When she's receptive, teach her how to do things (everyday household tasks) so that she will feel capable and respected. The bottom line is that love is the key. I'm sending love and support to you.



answers from Grand Junction on


Have you tried getting her involved in care of your new baby boy. Maybe, she feels left out because she always use to help you. Ask her to help you get bottles or wipes. She probably just feels like all your attention is on him. Get her involved.



answers from Grand Junction on

I'm sorry I don't have too much to offer. . . we're dealing with that a little with our 2 year old daughter. I wanted to pass on some advice that someone once gave me when I had a toddler and a little baby: 1) make sure your daughter has time just with you when the baby is sleeping, play a game, read some books and then let her know you have to get back to work, laundry, dishes, etc. Maybe you could think of a way she could help do those things, too, or think of something she could do right along side your while you work on things around the house. 2) Make sure she feels needed in taking care of the baby - getting a diaper, helping with socks, picking out clothes. That will hopefully help her be more excited about having a baby brother and make her more likely to help him and dote on him rather than hurt him. 3)and make sure you, the baby and the toddler interact, all three of you together. . . that way she knows it's not just "baby-time" or "me-time" with mommy competition. Sing a silly song and make the baby dance, have her point out the baby's ears, arms, etc.
Maybe you're already doing these kinds of things, in which case, I don't have anything else to offer! It just seems that your girl has the very-typical "jealous of the baby" thing going on. It stinks, we went through that with our kids, too. And it's a tough transition from 1 to 2 kids. Good luck!



answers from Colorado Springs on

I am not writing this in a judgmental way, but rather in a can't-see-the-forest-for-the-trees way. None of us are perfect - far short actually. That said, you are mad at your daughter for being physically violent toward you and her brother while you are being physically violent toward her. She is mirroring what she has been taught. Let me write that again, she is mirroring what she has been taught.

The way you deal with frustration is the way she will deal with frustration. You are her road map. You are asking about her behavior, but you need to start with the source. Do better and so will she.



answers from Salt Lake City on

First of all, if you are doing things to your daughter to cause pain (which I hate to say, is abusive) then no matter what behavior she was doing before it will become worse. She will only become more angry, and less likely to listen especially if there is yelling.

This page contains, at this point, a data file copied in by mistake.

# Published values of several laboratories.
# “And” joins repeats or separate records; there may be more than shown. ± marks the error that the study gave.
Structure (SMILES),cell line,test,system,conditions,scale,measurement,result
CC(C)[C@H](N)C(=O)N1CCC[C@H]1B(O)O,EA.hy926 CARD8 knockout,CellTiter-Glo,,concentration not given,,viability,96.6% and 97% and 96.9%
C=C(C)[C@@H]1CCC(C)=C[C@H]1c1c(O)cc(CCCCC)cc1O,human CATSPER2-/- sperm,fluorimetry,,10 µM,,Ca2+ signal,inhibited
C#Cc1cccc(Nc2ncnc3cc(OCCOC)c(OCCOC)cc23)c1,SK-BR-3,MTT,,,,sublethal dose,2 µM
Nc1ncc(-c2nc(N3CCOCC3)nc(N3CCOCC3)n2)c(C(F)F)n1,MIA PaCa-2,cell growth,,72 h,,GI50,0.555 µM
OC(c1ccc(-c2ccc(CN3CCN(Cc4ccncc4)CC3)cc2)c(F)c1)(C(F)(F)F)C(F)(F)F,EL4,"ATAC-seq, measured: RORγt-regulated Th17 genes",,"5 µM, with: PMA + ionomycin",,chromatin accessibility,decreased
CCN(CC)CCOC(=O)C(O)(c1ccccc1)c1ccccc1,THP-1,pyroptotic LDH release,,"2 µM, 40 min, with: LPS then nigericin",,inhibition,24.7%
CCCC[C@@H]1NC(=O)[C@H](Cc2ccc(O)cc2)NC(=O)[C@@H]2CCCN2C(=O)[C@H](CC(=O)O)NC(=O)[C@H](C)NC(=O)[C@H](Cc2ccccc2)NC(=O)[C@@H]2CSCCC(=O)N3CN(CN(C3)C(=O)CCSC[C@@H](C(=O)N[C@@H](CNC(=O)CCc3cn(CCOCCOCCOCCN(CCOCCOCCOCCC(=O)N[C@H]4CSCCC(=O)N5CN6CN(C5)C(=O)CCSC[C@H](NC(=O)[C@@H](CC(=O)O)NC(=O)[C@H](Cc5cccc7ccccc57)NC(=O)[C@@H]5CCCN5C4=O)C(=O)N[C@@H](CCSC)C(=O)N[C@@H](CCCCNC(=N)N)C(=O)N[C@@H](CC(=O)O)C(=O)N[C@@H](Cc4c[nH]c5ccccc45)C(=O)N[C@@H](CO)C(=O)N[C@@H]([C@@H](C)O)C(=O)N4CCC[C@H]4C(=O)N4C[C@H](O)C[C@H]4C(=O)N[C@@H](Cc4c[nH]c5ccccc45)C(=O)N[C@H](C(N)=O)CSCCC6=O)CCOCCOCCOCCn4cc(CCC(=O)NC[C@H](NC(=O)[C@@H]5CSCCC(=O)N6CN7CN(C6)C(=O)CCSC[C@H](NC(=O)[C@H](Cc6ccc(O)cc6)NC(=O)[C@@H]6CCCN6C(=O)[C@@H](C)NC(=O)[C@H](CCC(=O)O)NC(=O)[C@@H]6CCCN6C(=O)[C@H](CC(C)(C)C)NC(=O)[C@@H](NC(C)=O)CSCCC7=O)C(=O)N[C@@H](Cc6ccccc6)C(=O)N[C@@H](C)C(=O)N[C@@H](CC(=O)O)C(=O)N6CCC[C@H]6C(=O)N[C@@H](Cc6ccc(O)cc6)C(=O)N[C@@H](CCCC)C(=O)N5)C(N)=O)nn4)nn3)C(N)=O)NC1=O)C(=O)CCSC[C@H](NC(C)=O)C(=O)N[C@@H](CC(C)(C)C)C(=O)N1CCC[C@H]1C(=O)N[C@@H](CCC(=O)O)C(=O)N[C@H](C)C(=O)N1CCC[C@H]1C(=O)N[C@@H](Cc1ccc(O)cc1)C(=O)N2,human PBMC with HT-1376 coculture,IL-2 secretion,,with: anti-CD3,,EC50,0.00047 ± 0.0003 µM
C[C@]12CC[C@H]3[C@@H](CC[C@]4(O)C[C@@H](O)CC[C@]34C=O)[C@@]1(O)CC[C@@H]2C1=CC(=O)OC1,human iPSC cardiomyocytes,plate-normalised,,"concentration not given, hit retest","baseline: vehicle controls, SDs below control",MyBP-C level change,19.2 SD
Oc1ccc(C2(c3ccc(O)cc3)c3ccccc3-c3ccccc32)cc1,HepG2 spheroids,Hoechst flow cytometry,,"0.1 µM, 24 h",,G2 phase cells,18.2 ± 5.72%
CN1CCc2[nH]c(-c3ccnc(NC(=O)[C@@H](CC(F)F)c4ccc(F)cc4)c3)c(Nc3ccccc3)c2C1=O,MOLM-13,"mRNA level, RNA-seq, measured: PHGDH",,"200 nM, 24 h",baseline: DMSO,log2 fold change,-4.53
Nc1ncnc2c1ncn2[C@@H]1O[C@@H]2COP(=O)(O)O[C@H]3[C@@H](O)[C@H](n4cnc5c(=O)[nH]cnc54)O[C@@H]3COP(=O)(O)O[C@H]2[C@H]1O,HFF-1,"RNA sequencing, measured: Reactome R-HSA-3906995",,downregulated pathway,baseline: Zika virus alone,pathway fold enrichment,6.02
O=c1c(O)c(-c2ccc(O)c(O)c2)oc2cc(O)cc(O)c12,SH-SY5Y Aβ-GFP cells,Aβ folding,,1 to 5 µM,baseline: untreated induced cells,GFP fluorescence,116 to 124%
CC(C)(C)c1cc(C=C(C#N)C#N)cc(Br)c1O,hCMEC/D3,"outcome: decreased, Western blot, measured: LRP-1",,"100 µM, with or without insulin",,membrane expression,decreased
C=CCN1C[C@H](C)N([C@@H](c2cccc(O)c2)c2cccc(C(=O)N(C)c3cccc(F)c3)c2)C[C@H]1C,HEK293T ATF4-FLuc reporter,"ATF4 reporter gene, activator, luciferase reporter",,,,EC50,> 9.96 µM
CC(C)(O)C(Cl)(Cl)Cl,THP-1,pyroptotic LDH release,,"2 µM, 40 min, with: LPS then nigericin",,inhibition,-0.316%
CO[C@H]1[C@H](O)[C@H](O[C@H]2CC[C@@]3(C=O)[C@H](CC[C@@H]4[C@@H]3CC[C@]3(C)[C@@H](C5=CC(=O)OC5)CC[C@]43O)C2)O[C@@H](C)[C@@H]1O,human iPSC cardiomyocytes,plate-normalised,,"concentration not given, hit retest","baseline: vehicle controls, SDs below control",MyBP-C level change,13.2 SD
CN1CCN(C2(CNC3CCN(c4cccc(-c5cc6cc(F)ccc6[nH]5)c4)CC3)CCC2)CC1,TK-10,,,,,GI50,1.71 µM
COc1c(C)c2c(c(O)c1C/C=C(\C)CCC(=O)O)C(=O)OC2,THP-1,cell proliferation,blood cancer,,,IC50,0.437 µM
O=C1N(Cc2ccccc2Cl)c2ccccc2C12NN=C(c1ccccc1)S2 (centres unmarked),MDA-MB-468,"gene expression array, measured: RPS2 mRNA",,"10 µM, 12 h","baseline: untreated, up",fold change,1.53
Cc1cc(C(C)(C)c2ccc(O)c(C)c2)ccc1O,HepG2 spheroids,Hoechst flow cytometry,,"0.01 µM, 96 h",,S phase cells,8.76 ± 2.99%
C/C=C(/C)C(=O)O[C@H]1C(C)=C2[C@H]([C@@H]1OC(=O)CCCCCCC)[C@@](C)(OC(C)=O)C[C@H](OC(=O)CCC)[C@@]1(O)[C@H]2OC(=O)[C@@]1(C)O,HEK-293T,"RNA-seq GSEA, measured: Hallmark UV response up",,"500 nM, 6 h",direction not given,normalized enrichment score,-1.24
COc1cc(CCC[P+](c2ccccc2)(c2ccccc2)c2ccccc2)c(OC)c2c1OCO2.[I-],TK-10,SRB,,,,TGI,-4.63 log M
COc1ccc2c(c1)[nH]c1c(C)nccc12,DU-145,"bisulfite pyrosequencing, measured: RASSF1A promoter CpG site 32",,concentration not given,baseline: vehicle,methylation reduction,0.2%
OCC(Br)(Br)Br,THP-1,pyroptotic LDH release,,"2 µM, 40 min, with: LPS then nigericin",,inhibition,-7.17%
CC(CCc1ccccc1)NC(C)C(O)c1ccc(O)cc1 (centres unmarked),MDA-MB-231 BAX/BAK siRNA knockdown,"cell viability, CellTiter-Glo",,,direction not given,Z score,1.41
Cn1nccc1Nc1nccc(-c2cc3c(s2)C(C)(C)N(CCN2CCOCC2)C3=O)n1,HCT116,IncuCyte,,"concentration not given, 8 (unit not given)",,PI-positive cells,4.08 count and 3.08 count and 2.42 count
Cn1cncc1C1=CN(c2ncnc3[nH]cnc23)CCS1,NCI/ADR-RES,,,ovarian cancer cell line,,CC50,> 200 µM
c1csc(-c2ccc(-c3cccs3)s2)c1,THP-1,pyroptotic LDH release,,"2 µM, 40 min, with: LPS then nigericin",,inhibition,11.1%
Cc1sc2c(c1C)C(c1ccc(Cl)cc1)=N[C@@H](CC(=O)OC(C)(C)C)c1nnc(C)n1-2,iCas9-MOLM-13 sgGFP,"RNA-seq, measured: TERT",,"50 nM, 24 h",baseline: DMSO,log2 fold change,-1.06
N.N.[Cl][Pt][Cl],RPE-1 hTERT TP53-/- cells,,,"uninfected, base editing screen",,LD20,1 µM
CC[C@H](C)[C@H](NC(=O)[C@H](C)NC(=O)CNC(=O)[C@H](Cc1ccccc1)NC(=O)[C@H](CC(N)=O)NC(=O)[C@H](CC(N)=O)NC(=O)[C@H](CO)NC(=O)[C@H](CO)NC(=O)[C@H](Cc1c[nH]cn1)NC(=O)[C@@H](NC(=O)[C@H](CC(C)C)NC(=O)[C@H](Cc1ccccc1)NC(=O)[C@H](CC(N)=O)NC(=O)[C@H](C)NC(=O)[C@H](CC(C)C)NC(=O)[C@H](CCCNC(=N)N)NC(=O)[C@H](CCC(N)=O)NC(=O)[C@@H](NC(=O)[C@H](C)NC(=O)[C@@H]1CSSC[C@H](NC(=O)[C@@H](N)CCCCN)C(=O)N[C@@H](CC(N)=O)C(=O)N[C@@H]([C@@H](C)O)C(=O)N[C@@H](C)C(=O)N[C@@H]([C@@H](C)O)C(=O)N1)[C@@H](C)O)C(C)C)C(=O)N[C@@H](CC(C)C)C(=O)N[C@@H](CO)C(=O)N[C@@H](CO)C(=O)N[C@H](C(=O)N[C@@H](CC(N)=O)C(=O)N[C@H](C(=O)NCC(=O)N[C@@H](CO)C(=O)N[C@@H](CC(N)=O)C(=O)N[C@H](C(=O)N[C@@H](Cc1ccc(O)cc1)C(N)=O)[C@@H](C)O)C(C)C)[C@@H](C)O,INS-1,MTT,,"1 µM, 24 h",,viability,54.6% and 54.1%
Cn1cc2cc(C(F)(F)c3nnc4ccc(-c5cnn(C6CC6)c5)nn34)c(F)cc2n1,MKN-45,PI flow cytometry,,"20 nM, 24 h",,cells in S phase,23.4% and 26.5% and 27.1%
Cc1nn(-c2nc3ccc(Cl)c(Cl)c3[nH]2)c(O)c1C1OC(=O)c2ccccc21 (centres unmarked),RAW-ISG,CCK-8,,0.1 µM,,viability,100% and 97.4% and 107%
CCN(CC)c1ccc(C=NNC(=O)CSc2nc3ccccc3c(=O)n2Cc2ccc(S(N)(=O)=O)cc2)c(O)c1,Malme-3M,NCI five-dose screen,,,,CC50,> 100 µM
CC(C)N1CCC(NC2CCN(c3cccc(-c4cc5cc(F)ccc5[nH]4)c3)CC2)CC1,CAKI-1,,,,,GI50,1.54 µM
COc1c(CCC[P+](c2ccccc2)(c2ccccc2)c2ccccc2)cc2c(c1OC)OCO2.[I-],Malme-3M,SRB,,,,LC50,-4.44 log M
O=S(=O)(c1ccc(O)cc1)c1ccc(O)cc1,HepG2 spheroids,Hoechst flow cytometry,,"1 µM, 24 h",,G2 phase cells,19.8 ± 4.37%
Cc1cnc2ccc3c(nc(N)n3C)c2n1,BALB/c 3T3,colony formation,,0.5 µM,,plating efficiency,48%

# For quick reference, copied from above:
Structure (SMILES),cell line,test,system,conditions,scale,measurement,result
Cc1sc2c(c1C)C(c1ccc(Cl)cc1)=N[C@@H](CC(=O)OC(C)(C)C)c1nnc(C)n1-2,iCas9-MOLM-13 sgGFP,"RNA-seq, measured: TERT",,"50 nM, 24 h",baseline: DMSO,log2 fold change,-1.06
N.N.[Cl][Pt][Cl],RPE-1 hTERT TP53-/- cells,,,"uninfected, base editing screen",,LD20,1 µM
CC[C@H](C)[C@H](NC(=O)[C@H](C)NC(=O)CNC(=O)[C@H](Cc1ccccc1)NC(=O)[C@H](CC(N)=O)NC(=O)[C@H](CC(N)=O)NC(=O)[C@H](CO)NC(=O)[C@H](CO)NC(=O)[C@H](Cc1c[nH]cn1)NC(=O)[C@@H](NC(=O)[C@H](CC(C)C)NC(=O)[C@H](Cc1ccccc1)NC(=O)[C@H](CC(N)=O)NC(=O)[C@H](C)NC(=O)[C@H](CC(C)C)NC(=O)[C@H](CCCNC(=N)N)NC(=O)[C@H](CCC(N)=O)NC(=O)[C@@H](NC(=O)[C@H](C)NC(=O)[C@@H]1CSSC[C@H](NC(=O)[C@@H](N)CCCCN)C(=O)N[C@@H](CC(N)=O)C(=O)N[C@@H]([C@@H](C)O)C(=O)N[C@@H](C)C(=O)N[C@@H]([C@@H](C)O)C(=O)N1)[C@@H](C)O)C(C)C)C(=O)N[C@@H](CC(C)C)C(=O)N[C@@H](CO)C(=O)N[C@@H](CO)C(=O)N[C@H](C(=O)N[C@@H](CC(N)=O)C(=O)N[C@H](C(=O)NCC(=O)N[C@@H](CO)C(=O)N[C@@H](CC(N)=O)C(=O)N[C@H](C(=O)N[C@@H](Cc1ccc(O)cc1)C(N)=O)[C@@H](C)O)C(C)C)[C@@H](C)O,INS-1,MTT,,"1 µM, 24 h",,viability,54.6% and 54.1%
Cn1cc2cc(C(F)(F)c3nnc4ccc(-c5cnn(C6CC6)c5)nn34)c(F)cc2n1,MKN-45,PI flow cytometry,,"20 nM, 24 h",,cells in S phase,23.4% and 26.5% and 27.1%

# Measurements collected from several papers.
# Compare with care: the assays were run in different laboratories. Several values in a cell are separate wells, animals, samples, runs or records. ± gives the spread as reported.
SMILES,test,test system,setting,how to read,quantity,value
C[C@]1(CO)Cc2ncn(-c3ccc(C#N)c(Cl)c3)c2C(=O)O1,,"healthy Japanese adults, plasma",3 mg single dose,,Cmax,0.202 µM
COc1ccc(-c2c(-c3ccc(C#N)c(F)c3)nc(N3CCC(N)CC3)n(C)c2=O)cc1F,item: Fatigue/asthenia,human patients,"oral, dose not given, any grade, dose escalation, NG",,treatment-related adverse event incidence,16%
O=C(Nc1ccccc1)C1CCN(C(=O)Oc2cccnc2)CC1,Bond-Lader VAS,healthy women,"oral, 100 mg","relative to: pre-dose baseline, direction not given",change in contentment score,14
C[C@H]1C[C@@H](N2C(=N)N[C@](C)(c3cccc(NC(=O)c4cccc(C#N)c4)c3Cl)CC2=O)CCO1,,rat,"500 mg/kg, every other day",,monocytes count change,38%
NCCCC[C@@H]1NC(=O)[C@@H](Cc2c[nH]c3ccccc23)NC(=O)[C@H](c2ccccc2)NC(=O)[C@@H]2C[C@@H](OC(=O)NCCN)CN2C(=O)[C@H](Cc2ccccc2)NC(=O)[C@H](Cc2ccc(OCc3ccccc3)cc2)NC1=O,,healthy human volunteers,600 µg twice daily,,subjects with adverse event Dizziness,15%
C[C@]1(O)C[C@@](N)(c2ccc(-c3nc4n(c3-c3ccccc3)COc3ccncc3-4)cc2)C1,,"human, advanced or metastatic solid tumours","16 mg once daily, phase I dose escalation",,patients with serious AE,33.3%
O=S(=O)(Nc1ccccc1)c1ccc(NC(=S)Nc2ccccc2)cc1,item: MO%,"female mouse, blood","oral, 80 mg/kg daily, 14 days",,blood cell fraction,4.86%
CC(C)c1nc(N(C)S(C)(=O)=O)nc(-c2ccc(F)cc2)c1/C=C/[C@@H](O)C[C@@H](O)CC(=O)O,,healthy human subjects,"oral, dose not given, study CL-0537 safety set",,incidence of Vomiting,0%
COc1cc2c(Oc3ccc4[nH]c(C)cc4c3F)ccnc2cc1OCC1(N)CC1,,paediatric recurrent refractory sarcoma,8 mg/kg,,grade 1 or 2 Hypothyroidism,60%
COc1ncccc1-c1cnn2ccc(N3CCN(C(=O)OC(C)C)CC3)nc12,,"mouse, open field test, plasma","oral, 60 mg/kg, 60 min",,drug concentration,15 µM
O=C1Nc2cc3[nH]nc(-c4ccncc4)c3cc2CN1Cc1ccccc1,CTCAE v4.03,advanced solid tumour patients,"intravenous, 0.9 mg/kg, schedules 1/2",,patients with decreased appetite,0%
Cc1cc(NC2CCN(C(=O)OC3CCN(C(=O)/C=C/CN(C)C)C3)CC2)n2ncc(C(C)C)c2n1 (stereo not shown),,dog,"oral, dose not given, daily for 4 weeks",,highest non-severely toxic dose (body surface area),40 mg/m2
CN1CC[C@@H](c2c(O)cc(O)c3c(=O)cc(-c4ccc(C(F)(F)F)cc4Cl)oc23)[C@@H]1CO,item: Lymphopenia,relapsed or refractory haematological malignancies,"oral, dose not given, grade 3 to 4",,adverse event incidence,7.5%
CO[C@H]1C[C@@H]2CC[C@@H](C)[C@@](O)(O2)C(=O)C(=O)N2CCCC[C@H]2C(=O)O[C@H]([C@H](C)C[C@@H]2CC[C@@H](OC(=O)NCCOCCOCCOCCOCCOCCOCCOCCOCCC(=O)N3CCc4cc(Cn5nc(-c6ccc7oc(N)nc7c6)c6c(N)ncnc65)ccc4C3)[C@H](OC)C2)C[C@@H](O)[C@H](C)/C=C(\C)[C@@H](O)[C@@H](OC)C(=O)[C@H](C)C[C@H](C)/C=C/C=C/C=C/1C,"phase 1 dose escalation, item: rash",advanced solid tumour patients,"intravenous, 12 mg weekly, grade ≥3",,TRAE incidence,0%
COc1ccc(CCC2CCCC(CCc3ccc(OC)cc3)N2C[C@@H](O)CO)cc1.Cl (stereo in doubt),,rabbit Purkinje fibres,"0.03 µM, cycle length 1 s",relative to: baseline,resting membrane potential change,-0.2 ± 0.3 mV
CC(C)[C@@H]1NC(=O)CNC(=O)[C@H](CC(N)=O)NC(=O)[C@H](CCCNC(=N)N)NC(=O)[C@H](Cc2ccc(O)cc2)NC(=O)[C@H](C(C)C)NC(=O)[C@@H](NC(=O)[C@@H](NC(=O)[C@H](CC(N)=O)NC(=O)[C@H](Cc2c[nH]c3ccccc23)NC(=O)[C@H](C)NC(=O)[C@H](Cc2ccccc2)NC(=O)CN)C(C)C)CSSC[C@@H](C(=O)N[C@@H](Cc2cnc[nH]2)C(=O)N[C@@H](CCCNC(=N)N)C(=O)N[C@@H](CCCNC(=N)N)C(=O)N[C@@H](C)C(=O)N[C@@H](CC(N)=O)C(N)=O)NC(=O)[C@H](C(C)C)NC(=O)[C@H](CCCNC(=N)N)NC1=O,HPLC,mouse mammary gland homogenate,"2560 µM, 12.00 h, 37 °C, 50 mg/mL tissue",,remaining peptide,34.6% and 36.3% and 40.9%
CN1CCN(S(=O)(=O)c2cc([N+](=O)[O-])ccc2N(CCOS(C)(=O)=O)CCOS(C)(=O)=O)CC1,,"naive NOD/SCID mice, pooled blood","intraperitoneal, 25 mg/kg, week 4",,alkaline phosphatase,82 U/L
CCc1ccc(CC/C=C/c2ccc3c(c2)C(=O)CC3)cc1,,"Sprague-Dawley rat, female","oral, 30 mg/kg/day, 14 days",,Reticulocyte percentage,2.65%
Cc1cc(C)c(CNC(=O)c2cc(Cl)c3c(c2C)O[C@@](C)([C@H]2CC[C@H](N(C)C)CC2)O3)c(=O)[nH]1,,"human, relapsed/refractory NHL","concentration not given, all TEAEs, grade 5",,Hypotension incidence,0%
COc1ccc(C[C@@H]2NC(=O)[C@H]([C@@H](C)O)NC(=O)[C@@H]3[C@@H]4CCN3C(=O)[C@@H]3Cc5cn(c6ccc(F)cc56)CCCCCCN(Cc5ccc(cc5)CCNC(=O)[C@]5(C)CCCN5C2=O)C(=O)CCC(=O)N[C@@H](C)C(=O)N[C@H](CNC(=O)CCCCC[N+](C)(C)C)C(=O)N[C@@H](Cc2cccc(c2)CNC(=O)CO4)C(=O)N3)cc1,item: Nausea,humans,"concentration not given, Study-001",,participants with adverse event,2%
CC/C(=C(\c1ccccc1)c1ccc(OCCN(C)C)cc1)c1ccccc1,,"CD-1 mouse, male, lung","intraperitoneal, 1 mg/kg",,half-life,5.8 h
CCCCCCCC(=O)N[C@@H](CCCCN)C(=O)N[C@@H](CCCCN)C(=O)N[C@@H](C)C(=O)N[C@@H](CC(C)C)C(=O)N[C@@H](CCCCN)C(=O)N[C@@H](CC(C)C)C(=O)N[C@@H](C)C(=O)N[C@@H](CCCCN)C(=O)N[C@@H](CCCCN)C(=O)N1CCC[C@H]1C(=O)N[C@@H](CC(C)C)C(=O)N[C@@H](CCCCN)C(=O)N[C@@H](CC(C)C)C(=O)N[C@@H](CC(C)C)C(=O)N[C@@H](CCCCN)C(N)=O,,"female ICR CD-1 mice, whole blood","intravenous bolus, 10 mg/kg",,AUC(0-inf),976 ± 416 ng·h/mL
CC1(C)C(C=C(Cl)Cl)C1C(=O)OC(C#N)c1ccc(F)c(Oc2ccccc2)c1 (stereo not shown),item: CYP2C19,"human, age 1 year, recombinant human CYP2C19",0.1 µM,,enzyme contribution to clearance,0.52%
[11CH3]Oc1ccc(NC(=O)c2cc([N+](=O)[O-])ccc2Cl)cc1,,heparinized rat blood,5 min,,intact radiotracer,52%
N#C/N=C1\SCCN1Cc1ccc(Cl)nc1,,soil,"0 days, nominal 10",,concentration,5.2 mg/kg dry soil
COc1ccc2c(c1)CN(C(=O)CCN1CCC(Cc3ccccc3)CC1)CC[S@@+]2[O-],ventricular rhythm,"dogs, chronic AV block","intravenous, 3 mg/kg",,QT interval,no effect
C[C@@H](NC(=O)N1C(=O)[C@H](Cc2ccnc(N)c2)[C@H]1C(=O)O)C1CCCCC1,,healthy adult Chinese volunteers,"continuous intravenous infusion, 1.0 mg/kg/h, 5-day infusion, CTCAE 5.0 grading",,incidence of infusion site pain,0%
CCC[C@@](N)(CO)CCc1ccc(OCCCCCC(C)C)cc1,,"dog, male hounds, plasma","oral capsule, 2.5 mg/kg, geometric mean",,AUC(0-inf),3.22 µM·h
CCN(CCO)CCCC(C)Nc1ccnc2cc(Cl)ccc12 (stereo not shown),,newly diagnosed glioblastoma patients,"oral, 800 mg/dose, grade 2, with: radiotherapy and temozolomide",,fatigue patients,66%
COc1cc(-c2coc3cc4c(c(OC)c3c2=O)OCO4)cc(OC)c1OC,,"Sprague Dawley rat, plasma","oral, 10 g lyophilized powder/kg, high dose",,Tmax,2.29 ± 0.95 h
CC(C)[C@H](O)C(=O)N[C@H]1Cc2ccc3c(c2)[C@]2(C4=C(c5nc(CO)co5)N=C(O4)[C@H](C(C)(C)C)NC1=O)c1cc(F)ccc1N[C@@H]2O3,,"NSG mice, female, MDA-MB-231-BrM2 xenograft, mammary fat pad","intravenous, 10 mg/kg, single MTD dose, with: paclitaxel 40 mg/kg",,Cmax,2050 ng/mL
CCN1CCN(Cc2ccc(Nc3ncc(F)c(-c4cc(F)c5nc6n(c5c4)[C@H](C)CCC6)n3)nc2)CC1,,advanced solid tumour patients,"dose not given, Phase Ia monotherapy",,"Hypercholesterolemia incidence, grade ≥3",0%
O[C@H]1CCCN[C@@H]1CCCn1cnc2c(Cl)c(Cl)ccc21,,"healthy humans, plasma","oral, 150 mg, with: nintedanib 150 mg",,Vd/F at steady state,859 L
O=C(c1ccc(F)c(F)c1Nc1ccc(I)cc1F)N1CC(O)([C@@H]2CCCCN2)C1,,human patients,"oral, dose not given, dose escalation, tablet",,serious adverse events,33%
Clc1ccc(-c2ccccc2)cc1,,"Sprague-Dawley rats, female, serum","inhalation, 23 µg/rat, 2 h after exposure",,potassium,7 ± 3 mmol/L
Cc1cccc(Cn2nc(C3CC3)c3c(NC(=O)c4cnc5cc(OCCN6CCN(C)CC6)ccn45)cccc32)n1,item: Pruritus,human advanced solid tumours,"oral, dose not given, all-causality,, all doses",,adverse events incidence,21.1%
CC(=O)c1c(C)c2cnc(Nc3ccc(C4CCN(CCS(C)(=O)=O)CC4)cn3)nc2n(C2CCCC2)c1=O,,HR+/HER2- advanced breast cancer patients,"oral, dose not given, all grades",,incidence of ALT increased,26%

Talking quietly to her and using a calm voice will help with some of this. Help her know how sad baby brother is when she is mean etc. Playing soft music will help with the atmosphere in your home.
If you are causing pain to her, she will want to take that out on someone who is smaller or defenseless like her brother.
That is good that you are trying to give her attention. Have you tried including her in helping with her brother? If she feels like she is included in taking care of him, that should help alot.
It is very important that you and your husband are together with the discipline. When she sees you have a united front, things will also improve. Parenting classes would be really good for you both to go to. They often offer these through elementary schools, or even at the highschools. You could call and ask them.
Do you have family around that could help out and give you a break? You need to find a support group as soon as possible. If you feel like doing something hurtful, or yelling, count to 10, and take deep cleansing breaths. If you can put your son in his crib when disciplining her, that would be best. It is important that you are firm with her, but respectful (meaning no pain or yelling) Be consistant with the time outs, (have her sit on a chair or stool for 2 minutes for her age) If you have to gently hold her there that is okay. As you already know she is just wanting attention. Praise her for being kind to her brother, and when she is helping in anyway. A little praise goes a long way.
If you quit reacting in harsh ways to her bad behavior, but use consistant consequences, things will get better. It will take time, but when she sees she won't get a huge reaction out of you when she does bad things, it won't be fun to do those things anymore. Just ask yourself : How can I expect my daughter to learn appropriate behavior if I am not teaching that to her? You are teaching by the example you set...everything you do and say. Take Care.... LDB



answers from Denver on

I think you were really brave for putting yourself out there and asking for help. It can be so hard to admit when we are not being the parents that we want to be. I hate admitting it, but I have done some of the things you have described...grabbing my 2.5 year old's arm too hard, yelling at him, even cursing. Obviously, I'm not perfect, but I can tell you the things that I have found helpful.

First, I agree that you should try to find a parenting class or program. I've heard good things about Love and Logic. There is also a program called Parents as Teachers that is great. You have a parenting coach that comes and visits with you and helps you find solutions. Find out if they have that program in your area. Seeing a therapist would be helpful, too.